In a decision reminiscent of those written by Justice Pazaratz here in Ontario, Master Muir of the B.C. Supreme Court recently decried what should have been a straightforward matter that ended up being exceptionally prolonged.

What Happened?

The parties in question began living together in 2009 and were married in 2011. They had two children before separating in September 2016. Following the separation, they continued to live under the same roof for six weeks.

In October 2016, the mother left the home with the children without informing the father, following which the father did not see the children for several weeks. As a result, the father requested imputation of income and filed motions for interim child and spousal support and an order that the matrimonial home be listed for sale.

By the time the matter got to court, the mother was living in the matrimonial home and the parties had approximately equal parenting time.

Imputation of Income

The father asserted that various admissions, expenses, and evidence of cash receipts together pointed to a higher income than the mother declared to the CRA. He brought a huge amount of affidavit material to court to convince the Master that the mother earned or was earning substantial money through illegal means.

Conversely, the mother also brought a huge amount of evidence intended to bolster her credibility and convince the Master that she was not involved in any illegal activities.

Master Muir noted:

This application, which would normally be a relatively straight forward matter, required more than a day-and-a-half of court time over three separate hearings. That there is an unhealthy and abusive climate to this litigation is highlighted by the fact that the parties presented more than two boxes of materials containing perhaps 160 affidavits and that there have been 26 affidavits filed by the respondent and 15 by the claimant.

… This approach to family issues is counter to the fundamental basis of our present family system which encourages negotiation, not litigation. This is not supposed to be a war. It is supposed to be a civilized allocation of rights, responsibilities, and assets following a family break-up. This type of litigation is unnecessary, it is damaging to the parties and to the children, and it wastes family assets on litigation costs. I ask that counsel convey those sentiments to their clients in the hope that this can be reined in and the parties can refocus on resolving this in some other way.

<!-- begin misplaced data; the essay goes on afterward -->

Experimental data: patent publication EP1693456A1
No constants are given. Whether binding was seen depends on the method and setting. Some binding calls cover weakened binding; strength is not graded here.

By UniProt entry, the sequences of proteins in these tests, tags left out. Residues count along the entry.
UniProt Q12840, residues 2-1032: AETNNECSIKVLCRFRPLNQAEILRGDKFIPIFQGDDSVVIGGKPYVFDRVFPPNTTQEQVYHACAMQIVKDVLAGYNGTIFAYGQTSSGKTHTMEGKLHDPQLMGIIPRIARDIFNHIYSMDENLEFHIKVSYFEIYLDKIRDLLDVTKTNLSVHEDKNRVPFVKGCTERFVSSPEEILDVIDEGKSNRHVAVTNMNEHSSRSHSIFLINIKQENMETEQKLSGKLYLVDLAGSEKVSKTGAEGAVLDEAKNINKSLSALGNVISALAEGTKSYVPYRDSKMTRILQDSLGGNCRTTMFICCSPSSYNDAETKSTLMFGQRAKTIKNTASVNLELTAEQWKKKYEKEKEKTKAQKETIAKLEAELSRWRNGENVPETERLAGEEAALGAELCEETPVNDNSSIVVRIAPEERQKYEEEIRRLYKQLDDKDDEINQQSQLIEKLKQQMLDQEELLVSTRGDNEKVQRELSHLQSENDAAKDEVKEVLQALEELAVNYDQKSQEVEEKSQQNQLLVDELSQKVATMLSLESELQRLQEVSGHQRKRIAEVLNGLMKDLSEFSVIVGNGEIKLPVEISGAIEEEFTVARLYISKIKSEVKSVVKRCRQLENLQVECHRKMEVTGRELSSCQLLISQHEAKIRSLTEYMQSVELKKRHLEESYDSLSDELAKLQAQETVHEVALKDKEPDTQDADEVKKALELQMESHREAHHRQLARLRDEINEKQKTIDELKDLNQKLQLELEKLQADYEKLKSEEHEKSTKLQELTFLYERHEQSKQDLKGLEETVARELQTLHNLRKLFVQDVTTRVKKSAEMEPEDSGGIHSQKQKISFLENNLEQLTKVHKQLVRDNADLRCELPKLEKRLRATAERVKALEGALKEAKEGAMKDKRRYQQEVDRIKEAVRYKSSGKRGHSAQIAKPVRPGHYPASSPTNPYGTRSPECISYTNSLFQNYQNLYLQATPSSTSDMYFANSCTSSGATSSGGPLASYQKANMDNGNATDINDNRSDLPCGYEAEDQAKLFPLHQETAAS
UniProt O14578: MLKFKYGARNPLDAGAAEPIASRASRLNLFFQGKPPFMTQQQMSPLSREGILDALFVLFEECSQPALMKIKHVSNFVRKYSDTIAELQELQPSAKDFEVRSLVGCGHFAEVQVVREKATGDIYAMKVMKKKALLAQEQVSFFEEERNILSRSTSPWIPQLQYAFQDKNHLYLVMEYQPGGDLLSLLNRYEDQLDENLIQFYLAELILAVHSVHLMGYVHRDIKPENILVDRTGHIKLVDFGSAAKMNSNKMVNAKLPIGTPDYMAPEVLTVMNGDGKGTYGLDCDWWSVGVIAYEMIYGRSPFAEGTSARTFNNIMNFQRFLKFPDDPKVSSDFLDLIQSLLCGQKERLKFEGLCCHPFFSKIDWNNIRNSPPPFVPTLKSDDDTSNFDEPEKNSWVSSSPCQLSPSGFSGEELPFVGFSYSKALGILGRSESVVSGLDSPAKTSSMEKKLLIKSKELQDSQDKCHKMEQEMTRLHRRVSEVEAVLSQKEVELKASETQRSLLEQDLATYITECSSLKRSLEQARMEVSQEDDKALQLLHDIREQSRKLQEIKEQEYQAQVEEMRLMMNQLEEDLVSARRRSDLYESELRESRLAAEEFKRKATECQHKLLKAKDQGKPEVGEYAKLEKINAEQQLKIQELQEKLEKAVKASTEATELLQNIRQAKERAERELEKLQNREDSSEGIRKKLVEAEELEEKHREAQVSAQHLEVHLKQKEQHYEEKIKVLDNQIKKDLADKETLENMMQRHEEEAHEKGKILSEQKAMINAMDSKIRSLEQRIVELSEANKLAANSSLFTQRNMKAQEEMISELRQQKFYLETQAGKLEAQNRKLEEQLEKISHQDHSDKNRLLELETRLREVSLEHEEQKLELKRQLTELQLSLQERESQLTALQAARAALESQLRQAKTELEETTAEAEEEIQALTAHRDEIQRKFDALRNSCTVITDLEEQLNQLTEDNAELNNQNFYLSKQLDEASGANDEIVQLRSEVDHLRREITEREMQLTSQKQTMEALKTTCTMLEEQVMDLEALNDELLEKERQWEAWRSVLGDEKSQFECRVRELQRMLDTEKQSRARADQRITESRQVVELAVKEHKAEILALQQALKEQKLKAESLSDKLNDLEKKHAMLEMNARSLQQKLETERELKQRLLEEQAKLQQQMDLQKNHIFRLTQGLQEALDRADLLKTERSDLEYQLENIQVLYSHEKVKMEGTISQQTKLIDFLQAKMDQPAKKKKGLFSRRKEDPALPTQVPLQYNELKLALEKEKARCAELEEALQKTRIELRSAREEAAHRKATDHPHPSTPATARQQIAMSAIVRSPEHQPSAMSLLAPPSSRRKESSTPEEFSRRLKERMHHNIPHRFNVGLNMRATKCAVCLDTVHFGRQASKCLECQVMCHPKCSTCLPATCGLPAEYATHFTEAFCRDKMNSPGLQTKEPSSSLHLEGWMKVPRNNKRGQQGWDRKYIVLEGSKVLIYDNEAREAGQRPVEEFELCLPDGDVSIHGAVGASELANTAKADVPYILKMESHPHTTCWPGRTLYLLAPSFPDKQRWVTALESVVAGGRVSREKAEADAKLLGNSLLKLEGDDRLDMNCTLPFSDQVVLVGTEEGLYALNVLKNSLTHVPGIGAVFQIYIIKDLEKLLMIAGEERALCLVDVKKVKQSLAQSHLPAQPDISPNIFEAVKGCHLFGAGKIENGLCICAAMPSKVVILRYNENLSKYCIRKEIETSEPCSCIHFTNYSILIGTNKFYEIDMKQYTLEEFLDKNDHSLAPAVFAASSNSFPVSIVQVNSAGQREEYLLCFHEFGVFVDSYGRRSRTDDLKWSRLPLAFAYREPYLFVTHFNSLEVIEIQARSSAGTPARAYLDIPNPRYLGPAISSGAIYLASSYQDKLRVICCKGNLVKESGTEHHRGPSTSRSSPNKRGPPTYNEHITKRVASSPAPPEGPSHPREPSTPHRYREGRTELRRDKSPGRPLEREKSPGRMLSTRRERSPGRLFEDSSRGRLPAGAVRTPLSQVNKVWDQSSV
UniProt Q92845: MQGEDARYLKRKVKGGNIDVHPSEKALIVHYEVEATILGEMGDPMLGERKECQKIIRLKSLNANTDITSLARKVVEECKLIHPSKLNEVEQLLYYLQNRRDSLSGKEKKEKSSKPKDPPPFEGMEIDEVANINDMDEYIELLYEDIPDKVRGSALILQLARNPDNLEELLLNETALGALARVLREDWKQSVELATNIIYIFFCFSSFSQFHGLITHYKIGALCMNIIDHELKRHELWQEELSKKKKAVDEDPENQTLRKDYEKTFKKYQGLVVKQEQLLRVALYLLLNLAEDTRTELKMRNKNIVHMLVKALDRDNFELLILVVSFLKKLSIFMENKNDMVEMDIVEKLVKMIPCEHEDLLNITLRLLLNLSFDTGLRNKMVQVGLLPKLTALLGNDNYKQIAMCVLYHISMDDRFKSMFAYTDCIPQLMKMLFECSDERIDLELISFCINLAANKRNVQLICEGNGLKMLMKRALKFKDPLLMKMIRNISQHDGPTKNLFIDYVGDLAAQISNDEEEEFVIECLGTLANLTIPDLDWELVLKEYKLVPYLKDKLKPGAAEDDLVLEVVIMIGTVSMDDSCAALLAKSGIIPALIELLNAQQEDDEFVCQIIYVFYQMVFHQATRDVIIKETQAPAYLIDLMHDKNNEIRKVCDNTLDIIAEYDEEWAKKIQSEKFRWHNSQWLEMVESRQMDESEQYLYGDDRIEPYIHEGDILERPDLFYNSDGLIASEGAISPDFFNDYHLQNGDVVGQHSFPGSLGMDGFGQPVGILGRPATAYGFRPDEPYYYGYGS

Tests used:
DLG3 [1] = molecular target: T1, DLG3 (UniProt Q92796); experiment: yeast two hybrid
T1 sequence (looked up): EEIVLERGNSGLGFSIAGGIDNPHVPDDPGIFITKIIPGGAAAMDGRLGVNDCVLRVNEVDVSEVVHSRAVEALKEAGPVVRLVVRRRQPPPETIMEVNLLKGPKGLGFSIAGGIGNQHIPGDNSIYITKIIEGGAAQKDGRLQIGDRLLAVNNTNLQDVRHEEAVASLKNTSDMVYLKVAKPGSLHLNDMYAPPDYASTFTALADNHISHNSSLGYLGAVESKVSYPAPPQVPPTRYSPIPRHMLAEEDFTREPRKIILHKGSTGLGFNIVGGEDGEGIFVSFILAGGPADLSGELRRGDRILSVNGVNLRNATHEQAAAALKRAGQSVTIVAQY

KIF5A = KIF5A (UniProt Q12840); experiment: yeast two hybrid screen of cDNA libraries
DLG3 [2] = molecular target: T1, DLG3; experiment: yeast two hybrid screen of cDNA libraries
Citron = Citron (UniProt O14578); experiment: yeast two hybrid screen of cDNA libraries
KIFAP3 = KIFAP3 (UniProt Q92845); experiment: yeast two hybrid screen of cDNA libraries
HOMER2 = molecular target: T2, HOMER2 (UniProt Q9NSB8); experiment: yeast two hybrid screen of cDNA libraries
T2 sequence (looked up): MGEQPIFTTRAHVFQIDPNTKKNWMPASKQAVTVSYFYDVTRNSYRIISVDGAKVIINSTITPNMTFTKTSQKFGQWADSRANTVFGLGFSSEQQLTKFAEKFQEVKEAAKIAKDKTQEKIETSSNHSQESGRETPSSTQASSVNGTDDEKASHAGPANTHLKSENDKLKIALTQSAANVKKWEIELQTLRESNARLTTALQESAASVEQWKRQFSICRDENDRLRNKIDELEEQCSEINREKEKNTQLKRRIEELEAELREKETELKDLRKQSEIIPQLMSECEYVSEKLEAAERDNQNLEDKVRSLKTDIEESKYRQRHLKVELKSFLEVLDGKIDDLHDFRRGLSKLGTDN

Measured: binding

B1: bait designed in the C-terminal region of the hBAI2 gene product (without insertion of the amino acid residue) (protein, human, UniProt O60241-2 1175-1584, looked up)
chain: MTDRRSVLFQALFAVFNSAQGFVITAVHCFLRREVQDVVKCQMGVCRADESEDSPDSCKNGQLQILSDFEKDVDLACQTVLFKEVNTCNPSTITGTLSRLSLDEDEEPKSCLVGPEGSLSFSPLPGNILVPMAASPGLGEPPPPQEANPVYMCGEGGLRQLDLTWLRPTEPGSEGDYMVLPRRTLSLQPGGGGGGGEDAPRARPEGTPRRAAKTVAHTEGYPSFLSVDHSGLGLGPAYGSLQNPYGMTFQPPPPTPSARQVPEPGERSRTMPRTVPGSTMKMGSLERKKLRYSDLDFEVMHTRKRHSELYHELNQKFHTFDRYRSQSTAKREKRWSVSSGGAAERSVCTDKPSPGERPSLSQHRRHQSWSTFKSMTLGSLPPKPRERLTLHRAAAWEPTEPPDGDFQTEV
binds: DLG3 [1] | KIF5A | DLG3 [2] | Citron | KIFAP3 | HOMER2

The Master went on to note that most of the significant assets that the couple had divested themselves of following their separation (almost $700,000) had been used to fund the litigation.

In addition, with respect to the income earning potential of both parties, the Master stated:

The continued depletion of the parties’ capital is not in anyone’s best interests. The fact is that both parties are capable of working and experienced in fields that should allow decent opportunities for income-earning activities. The children will both be in school this year. The [father] appears to have a closely-knit family and community. I see no reason why he cannot arrange afterschool care for the children on his parenting time. There is no reason that both parties cannot be working full-time. It is obviously in the children’s best interests for their lives to be normalized and for them to be properly supported by parents who are working to that end and not depleting family assets for day-to-day support.

Income in the amount of $95,000 was imputed to the husband and $25,000 to the wife. Child support was ordered with a set-off to account for the equal parenting time shared by the parents, and the wife was awarded spousal support in the mid-range of the Guidelines. The application for the sale of the matrimonial home was dismissed.

For questions that only a family law lawyer can answer, contact Windsor family lawyer Jason P. Howie, at 519-800-1039 or contact us online.  Jason has been a fixture of the family law community of Windsor and Essex County for over 25 years, and, many prospective clients come to the firm through referrals.

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